Lateral Collateral Ligament (LCL)
In this episode: Lateral collateral ligament (LCL) injuries are rare. It is a round thick ligament on the outside of the knee. There is almost no data surrounding injuries to it in isolation. Even when a horrific injury like a knee dislocation occurs the LCL is often not completely ruptured.
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Brief overview of the episode:
Lateral collateral ligament (LCL) is a thick round ligament on the outside of the knee. It is comparable in size to a pencil or your pinky finger. It is the least injured ligament of the knee. LCL injuries are rare occurring so infrequently that there is very little data available regarding their rate of occurrence.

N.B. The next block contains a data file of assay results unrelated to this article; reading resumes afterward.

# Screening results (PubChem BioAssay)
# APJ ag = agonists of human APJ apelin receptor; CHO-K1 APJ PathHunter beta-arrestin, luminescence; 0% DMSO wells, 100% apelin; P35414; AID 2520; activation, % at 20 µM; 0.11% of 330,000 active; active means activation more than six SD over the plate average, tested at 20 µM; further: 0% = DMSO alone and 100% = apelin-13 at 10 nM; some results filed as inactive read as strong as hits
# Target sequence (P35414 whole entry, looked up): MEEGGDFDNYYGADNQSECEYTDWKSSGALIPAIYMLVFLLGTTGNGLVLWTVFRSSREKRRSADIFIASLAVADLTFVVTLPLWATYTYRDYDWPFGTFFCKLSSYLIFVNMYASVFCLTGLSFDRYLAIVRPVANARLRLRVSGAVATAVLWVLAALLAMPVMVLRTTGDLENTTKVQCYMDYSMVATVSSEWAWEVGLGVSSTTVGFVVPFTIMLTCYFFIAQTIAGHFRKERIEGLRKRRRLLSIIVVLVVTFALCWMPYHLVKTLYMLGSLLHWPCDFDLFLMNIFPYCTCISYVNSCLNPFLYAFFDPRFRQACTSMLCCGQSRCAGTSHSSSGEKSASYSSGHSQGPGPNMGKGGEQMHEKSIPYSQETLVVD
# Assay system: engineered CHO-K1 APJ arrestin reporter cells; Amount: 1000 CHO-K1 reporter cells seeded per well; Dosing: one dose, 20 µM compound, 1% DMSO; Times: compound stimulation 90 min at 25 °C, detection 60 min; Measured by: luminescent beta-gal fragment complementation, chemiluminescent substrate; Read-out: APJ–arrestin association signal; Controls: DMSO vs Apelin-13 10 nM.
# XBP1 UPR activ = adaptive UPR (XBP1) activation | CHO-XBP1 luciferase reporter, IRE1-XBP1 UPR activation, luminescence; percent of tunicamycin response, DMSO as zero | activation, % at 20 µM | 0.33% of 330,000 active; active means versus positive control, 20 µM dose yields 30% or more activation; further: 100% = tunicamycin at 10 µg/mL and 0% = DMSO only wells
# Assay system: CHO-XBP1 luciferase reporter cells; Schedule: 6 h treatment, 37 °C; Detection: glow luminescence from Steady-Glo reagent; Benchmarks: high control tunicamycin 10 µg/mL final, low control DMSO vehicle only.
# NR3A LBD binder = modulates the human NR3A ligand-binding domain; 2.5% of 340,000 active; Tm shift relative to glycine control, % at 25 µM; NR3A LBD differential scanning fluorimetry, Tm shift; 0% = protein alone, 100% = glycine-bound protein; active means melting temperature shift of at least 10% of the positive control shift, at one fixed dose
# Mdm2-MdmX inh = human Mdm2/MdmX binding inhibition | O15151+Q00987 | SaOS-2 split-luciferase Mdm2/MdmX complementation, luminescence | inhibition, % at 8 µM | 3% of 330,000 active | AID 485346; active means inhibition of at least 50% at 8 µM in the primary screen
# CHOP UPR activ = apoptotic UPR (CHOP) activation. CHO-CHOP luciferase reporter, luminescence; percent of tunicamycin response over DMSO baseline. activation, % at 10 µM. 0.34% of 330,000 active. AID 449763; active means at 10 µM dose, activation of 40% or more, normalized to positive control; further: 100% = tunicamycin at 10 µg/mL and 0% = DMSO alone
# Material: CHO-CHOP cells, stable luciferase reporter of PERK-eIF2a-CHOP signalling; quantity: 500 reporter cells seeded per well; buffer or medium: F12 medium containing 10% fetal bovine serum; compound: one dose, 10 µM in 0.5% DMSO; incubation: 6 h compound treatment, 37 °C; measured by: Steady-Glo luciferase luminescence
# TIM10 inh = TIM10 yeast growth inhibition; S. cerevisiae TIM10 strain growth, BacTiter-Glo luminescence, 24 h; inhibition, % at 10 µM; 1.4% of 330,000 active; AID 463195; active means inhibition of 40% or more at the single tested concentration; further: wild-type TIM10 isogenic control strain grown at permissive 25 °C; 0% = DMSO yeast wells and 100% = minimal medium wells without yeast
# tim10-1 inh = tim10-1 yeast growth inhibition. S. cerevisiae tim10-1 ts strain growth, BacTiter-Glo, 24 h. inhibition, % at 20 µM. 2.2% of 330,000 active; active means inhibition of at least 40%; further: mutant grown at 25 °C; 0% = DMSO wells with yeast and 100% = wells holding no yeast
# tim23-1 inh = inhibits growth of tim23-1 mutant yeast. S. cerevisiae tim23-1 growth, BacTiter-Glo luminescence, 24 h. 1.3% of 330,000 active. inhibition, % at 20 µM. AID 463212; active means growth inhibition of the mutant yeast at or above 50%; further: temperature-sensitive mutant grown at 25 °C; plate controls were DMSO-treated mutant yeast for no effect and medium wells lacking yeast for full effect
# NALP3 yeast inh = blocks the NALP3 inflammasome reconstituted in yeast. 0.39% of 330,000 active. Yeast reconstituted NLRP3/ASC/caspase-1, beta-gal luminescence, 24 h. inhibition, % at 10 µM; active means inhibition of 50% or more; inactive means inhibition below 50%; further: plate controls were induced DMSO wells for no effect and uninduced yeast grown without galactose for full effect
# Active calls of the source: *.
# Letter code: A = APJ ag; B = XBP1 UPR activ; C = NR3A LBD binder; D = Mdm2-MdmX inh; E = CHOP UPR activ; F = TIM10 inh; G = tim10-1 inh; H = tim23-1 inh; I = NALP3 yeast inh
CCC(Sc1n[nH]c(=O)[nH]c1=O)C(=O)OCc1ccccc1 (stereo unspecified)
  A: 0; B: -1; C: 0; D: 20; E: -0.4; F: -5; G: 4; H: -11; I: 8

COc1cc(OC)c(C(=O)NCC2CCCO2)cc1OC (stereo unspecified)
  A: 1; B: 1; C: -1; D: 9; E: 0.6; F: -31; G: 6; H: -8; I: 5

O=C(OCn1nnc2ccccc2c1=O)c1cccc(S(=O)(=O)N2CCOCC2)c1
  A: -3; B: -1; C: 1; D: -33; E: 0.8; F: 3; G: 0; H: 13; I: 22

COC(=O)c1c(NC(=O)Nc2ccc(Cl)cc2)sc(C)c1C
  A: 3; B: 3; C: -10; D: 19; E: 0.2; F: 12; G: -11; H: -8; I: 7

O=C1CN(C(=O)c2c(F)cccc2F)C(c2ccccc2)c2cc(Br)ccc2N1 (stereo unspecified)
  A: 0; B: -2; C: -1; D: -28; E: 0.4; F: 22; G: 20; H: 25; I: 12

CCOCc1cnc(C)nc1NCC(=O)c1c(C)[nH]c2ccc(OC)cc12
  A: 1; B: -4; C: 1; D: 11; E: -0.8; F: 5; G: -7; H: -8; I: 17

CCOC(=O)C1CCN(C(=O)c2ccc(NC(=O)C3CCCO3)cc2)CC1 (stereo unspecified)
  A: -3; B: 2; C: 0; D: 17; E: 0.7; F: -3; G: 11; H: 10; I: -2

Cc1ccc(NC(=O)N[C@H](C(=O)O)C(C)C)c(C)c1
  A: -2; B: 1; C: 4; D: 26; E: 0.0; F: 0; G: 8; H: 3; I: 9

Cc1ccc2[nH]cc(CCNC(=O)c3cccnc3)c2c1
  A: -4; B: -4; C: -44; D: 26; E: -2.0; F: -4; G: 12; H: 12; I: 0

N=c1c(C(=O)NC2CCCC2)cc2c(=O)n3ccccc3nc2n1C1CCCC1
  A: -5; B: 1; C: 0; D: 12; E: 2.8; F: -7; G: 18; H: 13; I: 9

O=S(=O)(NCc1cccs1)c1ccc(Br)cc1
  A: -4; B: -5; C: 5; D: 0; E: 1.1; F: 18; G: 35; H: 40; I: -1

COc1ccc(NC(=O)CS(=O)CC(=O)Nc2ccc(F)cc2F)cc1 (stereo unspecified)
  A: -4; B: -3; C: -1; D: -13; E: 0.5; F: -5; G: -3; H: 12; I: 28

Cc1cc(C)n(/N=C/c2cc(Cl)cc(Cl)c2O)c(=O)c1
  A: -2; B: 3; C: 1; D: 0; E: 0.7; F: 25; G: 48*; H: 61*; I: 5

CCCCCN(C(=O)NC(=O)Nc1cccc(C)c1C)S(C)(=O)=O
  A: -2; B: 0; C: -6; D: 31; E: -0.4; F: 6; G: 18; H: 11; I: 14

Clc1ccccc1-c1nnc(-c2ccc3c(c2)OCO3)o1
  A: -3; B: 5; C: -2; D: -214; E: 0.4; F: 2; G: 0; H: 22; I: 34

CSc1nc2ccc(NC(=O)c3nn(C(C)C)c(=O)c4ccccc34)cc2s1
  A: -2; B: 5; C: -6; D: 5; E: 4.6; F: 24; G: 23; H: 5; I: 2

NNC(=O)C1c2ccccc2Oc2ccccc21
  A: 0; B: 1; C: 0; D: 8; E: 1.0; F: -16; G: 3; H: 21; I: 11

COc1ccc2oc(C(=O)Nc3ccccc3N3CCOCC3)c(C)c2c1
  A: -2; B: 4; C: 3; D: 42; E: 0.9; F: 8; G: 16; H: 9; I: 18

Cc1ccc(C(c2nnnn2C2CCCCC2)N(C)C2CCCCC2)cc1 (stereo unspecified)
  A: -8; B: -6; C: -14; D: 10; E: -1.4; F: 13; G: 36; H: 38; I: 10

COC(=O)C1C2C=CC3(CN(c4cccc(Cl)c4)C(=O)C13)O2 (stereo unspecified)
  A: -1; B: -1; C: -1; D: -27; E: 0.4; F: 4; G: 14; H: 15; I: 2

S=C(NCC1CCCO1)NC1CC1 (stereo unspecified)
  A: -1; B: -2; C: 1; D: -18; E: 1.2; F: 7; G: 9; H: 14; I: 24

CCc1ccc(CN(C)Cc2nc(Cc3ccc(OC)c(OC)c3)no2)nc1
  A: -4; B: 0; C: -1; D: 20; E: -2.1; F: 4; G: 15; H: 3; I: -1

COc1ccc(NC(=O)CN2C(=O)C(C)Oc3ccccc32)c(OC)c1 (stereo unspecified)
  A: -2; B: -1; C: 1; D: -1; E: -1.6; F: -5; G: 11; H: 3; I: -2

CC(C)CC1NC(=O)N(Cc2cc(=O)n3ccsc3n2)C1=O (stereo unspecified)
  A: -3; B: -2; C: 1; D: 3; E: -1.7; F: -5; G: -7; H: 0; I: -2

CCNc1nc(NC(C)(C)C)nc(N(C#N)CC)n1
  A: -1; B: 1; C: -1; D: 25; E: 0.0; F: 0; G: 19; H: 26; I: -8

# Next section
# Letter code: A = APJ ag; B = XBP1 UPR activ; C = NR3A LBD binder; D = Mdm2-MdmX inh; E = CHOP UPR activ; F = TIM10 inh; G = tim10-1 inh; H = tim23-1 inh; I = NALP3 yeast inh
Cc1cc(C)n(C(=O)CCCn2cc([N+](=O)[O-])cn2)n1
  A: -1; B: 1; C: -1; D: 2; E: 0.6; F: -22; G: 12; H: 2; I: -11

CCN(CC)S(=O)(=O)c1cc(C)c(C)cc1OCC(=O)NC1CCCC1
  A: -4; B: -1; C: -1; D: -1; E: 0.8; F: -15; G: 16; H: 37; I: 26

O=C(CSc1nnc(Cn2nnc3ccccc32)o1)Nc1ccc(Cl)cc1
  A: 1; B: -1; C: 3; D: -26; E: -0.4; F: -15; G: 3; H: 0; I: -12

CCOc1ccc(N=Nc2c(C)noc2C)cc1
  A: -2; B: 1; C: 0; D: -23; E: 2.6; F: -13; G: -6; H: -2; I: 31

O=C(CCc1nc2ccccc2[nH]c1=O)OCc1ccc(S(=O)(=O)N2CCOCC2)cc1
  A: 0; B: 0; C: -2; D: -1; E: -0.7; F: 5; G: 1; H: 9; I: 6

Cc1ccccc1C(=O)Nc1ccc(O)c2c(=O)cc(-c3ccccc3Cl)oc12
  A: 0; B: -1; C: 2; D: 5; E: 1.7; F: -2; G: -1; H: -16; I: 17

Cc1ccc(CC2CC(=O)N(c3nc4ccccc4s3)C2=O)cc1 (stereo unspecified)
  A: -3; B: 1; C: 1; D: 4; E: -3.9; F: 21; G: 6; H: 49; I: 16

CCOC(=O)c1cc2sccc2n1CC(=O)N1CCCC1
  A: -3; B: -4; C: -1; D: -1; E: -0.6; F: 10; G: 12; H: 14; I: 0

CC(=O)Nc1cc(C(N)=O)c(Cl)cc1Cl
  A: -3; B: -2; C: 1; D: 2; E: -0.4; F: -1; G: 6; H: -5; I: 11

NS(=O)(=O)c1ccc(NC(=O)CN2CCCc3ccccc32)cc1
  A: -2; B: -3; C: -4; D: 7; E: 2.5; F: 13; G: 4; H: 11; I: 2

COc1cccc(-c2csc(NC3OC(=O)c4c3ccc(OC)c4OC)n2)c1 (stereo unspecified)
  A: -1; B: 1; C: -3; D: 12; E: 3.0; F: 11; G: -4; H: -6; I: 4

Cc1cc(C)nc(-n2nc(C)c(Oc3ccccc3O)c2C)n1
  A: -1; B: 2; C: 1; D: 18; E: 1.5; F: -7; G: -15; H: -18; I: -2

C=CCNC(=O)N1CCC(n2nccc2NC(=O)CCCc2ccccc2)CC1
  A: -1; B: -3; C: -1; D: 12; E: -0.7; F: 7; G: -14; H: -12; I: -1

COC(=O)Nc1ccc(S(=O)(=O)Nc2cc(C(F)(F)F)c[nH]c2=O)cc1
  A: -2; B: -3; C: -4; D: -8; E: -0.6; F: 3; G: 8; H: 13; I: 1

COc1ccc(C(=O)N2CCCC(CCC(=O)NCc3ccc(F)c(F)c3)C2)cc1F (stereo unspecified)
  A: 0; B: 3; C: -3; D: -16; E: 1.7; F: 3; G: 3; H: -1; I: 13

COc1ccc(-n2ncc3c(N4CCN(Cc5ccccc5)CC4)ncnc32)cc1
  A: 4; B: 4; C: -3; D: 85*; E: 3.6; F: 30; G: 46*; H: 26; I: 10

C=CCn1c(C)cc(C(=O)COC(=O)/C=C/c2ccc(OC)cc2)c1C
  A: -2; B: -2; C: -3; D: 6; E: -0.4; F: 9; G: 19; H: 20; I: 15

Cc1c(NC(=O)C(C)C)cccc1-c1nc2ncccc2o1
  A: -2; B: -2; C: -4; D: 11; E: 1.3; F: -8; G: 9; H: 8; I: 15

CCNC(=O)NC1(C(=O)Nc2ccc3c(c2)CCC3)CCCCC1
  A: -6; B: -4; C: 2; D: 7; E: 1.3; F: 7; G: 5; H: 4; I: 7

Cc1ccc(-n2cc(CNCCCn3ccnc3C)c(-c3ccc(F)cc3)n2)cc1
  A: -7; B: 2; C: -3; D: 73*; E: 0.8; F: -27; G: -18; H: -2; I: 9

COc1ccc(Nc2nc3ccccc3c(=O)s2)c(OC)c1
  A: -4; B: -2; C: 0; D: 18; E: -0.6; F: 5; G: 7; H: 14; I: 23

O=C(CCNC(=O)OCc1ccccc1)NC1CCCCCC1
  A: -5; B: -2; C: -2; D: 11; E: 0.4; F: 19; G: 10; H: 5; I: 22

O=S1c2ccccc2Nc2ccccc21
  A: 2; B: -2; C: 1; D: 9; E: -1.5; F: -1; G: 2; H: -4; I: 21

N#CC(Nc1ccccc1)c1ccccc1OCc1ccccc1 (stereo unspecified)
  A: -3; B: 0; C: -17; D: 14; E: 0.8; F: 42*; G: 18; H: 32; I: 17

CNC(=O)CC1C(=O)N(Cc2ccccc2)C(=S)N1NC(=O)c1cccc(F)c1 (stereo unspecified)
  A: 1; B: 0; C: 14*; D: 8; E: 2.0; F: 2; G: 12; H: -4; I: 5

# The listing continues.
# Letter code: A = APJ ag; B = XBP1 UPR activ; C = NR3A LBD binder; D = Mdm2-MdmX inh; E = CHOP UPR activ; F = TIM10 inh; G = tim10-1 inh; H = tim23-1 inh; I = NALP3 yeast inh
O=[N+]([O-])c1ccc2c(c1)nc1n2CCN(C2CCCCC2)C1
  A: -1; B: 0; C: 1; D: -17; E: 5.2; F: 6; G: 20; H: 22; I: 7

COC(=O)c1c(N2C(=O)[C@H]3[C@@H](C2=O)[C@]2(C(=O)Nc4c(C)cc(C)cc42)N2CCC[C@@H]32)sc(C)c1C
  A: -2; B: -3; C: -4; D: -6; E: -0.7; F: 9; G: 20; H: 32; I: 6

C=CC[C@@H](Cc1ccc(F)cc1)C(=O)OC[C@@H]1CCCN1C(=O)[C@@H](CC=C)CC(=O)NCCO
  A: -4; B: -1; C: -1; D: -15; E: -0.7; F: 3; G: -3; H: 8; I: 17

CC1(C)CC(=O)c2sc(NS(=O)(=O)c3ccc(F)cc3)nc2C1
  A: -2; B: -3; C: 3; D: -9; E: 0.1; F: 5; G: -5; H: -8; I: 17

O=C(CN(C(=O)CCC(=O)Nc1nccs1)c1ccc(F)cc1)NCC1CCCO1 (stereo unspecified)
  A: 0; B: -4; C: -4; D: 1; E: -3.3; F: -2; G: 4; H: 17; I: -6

LCL injuries occur as a result of high velocity force applied to the inside of the keep causing a varus (outward) stress to the lateral knee. Essentially this causes the two bones, tibia and femur, to move away from each other damaging the ligament.
In most cases where the LCL is damaged there are additional injuries. These could include, meniscus, other ligaments of the knee, fracture, blood vessels and the posterior lateral corner of the joint capsule. In most cases these other injuries will be more limiting and will more often then not dictate the treatment that follows.
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